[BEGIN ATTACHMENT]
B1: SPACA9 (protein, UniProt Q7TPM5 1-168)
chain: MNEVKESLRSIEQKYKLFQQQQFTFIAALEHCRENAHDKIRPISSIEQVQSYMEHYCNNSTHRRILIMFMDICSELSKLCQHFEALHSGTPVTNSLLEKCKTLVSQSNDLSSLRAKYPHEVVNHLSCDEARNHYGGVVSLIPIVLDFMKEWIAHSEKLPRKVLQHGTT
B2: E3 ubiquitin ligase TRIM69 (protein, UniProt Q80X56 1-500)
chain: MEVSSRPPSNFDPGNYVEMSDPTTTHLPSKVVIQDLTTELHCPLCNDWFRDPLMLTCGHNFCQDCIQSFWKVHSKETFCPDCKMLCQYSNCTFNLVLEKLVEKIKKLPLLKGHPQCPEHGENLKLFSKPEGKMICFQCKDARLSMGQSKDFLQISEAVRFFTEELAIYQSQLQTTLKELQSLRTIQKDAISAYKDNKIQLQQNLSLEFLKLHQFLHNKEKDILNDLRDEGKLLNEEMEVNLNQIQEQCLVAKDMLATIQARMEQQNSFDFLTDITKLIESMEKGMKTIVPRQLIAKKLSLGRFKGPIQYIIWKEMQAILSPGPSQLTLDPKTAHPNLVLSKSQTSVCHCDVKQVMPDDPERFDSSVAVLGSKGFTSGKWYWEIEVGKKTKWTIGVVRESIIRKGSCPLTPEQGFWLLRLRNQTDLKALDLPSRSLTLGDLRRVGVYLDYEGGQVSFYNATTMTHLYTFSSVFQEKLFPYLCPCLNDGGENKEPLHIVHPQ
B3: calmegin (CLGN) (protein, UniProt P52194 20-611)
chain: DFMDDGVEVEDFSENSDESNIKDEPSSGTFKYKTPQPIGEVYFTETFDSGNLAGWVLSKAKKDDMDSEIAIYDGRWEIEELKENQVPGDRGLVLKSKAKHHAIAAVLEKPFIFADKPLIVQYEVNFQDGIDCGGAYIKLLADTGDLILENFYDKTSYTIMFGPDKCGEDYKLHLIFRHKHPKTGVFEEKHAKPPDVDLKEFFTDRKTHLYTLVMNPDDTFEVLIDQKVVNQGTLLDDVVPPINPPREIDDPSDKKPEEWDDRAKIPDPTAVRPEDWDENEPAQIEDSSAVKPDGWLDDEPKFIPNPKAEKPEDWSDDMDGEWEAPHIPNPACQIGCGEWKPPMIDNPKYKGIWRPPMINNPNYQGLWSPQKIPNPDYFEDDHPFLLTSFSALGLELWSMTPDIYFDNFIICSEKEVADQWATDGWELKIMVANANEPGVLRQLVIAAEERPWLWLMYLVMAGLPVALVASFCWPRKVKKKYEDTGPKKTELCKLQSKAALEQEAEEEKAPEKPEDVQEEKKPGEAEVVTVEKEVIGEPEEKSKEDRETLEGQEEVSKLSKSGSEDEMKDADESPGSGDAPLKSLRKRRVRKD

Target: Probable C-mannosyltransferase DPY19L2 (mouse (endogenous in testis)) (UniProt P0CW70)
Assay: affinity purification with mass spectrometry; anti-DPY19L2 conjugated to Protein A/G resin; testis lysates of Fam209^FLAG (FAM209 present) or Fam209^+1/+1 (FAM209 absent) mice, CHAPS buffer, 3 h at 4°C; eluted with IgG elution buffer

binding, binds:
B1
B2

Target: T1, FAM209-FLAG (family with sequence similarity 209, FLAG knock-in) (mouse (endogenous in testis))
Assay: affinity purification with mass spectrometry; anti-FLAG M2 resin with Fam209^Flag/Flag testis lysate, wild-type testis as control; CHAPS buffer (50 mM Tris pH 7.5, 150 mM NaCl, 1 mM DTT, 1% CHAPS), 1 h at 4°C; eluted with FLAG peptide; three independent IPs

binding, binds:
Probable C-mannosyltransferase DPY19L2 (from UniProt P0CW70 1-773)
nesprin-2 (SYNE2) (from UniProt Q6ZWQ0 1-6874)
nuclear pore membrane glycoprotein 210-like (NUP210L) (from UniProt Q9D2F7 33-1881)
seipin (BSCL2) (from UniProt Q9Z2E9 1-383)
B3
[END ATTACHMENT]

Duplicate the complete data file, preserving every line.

B1: SPACA9 (protein, UniProt Q7TPM5 1-168)
chain: MNEVKESLRSIEQKYKLFQQQQFTFIAALEHCRENAHDKIRPISSIEQVQSYMEHYCNNSTHRRILIMFMDICSELSKLCQHFEALHSGTPVTNSLLEKCKTLVSQSNDLSSLRAKYPHEVVNHLSCDEARNHYGGVVSLIPIVLDFMKEWIAHSEKLPRKVLQHGTT
B2: E3 ubiquitin ligase TRIM69 (protein, UniProt Q80X56 1-500)
chain: MEVSSRPPSNFDPGNYVEMSDPTTTHLPSKVVIQDLTTELHCPLCNDWFRDPLMLTCGHNFCQDCIQSFWKVHSKETFCPDCKMLCQYSNCTFNLVLEKLVEKIKKLPLLKGHPQCPEHGENLKLFSKPEGKMICFQCKDARLSMGQSKDFLQISEAVRFFTEELAIYQSQLQTTLKELQSLRTIQKDAISAYKDNKIQLQQNLSLEFLKLHQFLHNKEKDILNDLRDEGKLLNEEMEVNLNQIQEQCLVAKDMLATIQARMEQQNSFDFLTDITKLIESMEKGMKTIVPRQLIAKKLSLGRFKGPIQYIIWKEMQAILSPGPSQLTLDPKTAHPNLVLSKSQTSVCHCDVKQVMPDDPERFDSSVAVLGSKGFTSGKWYWEIEVGKKTKWTIGVVRESIIRKGSCPLTPEQGFWLLRLRNQTDLKALDLPSRSLTLGDLRRVGVYLDYEGGQVSFYNATTMTHLYTFSSVFQEKLFPYLCPCLNDGGENKEPLHIVHPQ
B3: calmegin (CLGN) (protein, UniProt P52194 20-611)
chain: DFMDDGVEVEDFSENSDESNIKDEPSSGTFKYKTPQPIGEVYFTETFDSGNLAGWVLSKAKKDDMDSEIAIYDGRWEIEELKENQVPGDRGLVLKSKAKHHAIAAVLEKPFIFADKPLIVQYEVNFQDGIDCGGAYIKLLADTGDLILENFYDKTSYTIMFGPDKCGEDYKLHLIFRHKHPKTGVFEEKHAKPPDVDLKEFFTDRKTHLYTLVMNPDDTFEVLIDQKVVNQGTLLDDVVPPINPPREIDDPSDKKPEEWDDRAKIPDPTAVRPEDWDENEPAQIEDSSAVKPDGWLDDEPKFIPNPKAEKPEDWSDDMDGEWEAPHIPNPACQIGCGEWKPPMIDNPKYKGIWRPPMINNPNYQGLWSPQKIPNPDYFEDDHPFLLTSFSALGLELWSMTPDIYFDNFIICSEKEVADQWATDGWELKIMVANANEPGVLRQLVIAAEERPWLWLMYLVMAGLPVALVASFCWPRKVKKKYEDTGPKKTELCKLQSKAALEQEAEEEKAPEKPEDVQEEKKPGEAEVVTVEKEVIGEPEEKSKEDRETLEGQEEVSKLSKSGSEDEMKDADESPGSGDAPLKSLRKRRVRKD

Target: Probable C-mannosyltransferase DPY19L2 (mouse (endogenous in testis)) (UniProt P0CW70)
Assay: affinity purification with mass spectrometry; anti-DPY19L2 conjugated to Protein A/G resin; testis lysates of Fam209^FLAG (FAM209 present) or Fam209^+1/+1 (FAM209 absent) mice, CHAPS buffer, 3 h at 4°C; eluted with IgG elution buffer

binding, binds:
B1
B2

Target: T1, FAM209-FLAG (family with sequence similarity 209, FLAG knock-in) (mouse (endogenous in testis))
Assay: affinity purification with mass spectrometry; anti-FLAG M2 resin with Fam209^Flag/Flag testis lysate, wild-type testis as control; CHAPS buffer (50 mM Tris pH 7.5, 150 mM NaCl, 1 mM DTT, 1% CHAPS), 1 h at 4°C; eluted with FLAG peptide; three independent IPs

binding, binds:
Probable C-mannosyltransferase DPY19L2 (from UniProt P0CW70 1-773)
nesprin-2 (SYNE2) (from UniProt Q6ZWQ0 1-6874)
nuclear pore membrane glycoprotein 210-like (NUP210L) (from UniProt Q9D2F7 33-1881)
seipin (BSCL2) (from UniProt Q9Z2E9 1-383)
B3